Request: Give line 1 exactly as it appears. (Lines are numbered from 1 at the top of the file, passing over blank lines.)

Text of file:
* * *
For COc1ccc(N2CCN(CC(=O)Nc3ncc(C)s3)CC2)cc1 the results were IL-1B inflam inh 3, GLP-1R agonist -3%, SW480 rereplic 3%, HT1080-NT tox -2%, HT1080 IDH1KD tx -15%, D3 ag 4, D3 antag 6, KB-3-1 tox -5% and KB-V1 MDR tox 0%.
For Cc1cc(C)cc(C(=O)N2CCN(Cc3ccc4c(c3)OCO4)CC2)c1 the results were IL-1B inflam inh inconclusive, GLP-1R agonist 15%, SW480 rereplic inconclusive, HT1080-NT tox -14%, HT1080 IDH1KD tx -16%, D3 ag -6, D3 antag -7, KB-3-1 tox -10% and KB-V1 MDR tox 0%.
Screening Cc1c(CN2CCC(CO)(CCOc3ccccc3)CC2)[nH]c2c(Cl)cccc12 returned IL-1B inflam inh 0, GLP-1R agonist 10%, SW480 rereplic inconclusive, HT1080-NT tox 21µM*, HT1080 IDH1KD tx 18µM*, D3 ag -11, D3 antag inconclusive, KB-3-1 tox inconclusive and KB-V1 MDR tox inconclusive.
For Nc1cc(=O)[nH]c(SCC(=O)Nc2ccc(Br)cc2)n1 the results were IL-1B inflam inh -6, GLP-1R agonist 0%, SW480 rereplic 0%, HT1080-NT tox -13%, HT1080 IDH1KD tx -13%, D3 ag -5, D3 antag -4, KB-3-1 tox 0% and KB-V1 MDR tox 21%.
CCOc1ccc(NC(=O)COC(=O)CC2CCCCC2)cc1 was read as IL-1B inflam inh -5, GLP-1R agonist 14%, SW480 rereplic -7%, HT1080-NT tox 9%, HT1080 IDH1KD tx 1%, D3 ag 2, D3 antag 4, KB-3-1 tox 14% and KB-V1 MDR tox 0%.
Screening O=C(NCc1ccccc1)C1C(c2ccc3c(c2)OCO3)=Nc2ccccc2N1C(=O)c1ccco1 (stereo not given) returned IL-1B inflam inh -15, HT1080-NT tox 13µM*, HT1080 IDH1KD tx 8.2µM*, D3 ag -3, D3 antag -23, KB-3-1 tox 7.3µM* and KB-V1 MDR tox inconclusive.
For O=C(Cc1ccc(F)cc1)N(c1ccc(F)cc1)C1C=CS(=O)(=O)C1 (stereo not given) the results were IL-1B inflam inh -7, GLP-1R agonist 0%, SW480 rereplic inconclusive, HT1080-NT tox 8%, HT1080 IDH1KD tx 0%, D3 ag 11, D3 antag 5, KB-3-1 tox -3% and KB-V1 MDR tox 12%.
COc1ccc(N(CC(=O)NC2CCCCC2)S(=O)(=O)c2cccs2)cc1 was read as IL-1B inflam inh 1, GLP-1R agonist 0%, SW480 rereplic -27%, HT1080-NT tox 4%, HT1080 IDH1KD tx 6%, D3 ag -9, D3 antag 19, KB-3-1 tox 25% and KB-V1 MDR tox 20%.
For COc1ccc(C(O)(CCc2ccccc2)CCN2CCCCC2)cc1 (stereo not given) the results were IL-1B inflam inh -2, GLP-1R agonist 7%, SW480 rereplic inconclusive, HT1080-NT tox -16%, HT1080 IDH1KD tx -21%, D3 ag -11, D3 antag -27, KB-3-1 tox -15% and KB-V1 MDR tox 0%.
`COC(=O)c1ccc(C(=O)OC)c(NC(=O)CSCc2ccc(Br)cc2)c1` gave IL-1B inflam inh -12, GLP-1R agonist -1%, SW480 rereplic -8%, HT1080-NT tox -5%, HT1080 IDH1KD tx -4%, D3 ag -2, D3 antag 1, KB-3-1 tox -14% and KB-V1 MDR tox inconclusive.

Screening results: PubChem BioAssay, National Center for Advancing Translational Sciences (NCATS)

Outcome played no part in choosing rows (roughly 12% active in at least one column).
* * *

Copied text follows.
For COc1ccc(N2CCN(CC(=O)Nc3ncc(C)s3)CC2)cc1 the results were IL-1B inflam inh 3, GLP-1R agonist -3%, SW480 rereplic 3%, HT1080-NT tox -2%, HT1080 IDH1KD tx -15%, D3 ag 4, D3 antag 6, KB-3-1 tox -5% and KB-V1 MDR tox 0%.